I asked a question yesterday and one of the comments answered was that it was shared that it is a 'user service' . Now how to distinguish between a 'user service' and a system service ?


According to this documentation, one can distinguish the unit file by its path.

For instance; if the unit file is in the


directories, this unit belongs to system.

If it is in the


directories, it belongs to user.

  • That manual page was missing several directories at the time that that answer was written, and is still missing some of them even today. One of those still-missing directories is stated in the other answer here. jdebp.uk./FGA/…
    – JdeBP
    Mar 19 '20 at 7:38

According to the systemd(1) man page for system unit directories:

The systemd system manager reads unit configuration from various directories. Packages that want to install unit files shall place them in the directory returned by:

pkg-config systemd --variable=systemdsystemunitdir

Other directories checked are:


User configuration always takes precedence.

pkg-config systemd --variable=systemdsystemconfdir

returns the path of the system configuration directory. Packages should alter the content of these directories only with the enable and disable commands of the systemctl(1) tool. Full list of directories is provided in systemd.unit(5).

Then for user unit directories:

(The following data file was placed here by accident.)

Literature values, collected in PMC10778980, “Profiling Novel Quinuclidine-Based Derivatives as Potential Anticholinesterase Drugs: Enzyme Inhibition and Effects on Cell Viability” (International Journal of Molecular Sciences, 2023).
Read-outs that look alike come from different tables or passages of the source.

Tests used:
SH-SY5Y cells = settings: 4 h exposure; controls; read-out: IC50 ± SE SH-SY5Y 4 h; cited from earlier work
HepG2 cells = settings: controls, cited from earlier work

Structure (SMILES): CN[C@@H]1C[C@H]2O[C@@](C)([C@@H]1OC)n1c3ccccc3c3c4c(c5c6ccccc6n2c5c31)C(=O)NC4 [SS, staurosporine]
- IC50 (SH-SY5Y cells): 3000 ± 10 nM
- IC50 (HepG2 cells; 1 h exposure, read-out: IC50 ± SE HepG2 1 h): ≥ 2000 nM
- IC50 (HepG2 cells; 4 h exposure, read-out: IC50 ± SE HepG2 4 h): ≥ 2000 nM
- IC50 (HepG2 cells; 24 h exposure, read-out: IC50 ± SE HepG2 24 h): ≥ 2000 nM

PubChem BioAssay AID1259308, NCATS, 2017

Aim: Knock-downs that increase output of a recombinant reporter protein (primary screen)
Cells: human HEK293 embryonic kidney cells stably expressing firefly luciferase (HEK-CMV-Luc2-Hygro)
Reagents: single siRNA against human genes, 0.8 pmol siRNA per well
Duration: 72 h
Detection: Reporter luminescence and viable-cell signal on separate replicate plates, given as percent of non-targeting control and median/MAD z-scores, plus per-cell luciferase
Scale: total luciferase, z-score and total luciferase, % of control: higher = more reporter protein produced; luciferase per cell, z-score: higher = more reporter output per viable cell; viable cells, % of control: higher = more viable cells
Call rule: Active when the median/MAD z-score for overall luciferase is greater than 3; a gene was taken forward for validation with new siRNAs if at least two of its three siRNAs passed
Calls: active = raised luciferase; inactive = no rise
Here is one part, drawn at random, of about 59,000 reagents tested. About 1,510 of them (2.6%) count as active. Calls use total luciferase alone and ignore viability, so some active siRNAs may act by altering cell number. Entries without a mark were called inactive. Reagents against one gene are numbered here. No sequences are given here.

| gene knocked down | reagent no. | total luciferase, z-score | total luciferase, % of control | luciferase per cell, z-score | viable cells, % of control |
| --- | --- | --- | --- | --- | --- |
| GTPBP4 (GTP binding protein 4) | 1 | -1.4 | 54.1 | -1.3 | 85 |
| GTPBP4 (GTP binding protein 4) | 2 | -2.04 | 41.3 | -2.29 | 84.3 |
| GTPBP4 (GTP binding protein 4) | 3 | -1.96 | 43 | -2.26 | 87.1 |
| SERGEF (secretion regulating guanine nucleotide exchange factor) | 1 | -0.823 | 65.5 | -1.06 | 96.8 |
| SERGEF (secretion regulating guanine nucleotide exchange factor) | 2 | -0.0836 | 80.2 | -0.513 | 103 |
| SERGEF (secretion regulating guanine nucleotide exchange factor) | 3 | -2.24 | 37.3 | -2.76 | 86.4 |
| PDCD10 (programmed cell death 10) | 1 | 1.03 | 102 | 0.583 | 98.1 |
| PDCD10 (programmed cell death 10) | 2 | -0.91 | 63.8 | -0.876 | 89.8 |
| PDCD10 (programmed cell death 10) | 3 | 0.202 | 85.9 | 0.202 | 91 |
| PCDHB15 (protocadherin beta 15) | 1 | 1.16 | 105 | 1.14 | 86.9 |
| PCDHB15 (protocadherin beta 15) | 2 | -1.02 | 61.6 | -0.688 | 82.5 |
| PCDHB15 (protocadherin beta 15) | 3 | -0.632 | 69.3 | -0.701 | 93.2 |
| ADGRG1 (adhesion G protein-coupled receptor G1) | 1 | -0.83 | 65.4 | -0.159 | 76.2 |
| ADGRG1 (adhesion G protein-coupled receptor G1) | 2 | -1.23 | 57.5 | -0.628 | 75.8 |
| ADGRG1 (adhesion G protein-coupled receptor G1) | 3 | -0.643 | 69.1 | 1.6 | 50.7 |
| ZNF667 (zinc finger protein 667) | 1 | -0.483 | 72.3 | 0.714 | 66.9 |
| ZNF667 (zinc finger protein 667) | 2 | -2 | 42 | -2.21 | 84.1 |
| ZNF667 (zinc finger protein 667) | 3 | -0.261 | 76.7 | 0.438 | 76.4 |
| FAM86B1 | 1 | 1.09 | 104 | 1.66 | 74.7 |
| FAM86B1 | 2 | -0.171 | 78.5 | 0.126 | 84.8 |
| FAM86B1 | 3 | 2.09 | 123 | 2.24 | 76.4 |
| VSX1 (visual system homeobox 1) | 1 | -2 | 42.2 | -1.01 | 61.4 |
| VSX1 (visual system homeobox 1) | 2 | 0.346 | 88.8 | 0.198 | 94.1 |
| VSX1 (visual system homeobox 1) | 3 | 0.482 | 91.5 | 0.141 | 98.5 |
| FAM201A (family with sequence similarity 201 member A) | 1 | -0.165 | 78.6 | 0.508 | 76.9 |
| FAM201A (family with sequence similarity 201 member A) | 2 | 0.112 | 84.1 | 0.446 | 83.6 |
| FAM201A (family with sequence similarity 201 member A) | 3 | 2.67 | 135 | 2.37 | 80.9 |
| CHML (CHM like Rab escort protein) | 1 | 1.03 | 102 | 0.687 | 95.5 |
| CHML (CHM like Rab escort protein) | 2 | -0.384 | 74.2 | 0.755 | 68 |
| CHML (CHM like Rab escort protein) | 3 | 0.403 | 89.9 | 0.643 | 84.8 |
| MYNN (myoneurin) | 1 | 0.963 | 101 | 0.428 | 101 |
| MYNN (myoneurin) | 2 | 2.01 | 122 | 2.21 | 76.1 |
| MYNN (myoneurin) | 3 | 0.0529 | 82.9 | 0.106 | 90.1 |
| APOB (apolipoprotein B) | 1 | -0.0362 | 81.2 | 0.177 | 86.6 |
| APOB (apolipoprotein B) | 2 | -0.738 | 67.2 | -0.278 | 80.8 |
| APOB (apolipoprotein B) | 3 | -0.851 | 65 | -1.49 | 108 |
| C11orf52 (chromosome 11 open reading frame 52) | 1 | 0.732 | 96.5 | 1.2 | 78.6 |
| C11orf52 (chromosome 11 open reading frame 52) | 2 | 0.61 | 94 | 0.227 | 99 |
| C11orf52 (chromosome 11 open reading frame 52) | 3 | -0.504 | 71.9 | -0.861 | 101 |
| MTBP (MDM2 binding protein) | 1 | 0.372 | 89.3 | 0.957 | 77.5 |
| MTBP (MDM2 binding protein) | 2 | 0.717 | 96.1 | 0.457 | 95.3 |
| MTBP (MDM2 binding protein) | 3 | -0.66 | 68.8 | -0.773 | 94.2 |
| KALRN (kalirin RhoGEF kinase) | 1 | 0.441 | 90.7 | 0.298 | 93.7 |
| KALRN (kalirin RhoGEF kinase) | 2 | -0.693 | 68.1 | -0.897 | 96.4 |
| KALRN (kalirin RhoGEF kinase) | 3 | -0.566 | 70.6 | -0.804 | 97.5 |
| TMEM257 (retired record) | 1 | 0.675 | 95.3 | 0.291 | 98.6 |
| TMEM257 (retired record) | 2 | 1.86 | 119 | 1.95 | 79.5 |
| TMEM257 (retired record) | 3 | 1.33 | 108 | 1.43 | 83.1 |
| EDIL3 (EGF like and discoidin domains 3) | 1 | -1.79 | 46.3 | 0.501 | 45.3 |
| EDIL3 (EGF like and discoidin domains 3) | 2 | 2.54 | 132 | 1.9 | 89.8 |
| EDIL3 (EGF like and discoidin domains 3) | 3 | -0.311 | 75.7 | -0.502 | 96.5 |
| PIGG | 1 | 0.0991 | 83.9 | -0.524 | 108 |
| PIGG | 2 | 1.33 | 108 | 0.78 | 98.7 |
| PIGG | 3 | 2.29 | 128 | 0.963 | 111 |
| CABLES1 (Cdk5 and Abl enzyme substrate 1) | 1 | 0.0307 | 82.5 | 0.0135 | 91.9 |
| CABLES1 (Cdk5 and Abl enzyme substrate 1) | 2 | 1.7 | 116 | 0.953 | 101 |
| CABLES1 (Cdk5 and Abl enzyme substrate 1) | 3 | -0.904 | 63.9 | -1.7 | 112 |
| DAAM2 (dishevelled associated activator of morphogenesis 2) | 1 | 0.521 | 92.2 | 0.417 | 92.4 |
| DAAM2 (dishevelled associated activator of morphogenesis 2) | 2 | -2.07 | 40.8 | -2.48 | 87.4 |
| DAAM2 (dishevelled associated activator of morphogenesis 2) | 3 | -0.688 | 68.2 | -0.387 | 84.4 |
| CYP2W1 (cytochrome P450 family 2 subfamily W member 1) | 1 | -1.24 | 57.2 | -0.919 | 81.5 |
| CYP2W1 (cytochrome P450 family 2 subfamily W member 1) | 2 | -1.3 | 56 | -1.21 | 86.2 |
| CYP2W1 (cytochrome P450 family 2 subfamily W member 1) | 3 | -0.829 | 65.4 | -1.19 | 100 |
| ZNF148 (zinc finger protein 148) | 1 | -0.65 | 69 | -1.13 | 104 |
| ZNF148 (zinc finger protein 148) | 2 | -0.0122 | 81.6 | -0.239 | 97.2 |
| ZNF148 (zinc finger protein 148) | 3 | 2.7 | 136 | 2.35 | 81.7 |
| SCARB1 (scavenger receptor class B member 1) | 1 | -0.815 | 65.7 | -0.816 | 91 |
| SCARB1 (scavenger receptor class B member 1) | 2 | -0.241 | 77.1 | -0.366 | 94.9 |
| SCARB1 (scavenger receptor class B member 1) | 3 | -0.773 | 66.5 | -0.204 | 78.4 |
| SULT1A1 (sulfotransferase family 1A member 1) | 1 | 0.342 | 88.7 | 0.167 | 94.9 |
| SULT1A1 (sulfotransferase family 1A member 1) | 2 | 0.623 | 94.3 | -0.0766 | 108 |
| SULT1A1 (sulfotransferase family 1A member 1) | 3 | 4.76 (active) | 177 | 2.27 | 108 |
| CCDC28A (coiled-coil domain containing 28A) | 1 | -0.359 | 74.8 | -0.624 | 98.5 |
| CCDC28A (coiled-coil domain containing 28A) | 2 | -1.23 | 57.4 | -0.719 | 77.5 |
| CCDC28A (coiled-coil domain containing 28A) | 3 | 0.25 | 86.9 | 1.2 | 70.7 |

Similar rules apply for the user unit directories. However, here the XDG Base Directory specification[6] is followed to find units. Applications should place their unit files in the directory returned by:

pkg-config systemd --variable=systemduserunitdir

Global configuration is done in the directory reported by:

pkg-config systemd --variable=systemduserconfdir

The enable and disable commands of the systemctl(1) tool can handle both global (i.e. for all users) and private (for one user) enabling/disabling of units. Full list of directories is provided in systemd.unit(5).

Note that these are systemd's rules instructing packagers of the proper locations to place different files and it's up to the packager to properly follow these rules.

  • Would you please include an example package/s rather than just sharing the syntax. I found the systemd syntax utterly confusing and hence your answer while well-meaning doesn't add much.
    – shirish
    Jan 12 '17 at 23:14
  • Sorry this wasn't more helpful to you, I didn't realize the systemd syntax was the point of confusion here. I'll try to think of an example that would allow me to walk through the syntax, but I'm not sure how I'll approach that right off. Is it the format of the unit files, the directory structure, the command-line syntax or all of the above that are unclear. Could you give an example or two and describe the points of confusion? I hope I'm following you correctly and not completely off base here.
    – airhuff
    Jan 12 '17 at 23:27
  • I am trying to get a pattern understanding. If for e.g. there are two three most common packages , say in GNOME world where systemd comes from which are 'user services' and which are 'systemd service' it would probably simplify things a bit more. As they say, real life examples are better than hypothetical ones.
    – shirish
    Jan 12 '17 at 23:32

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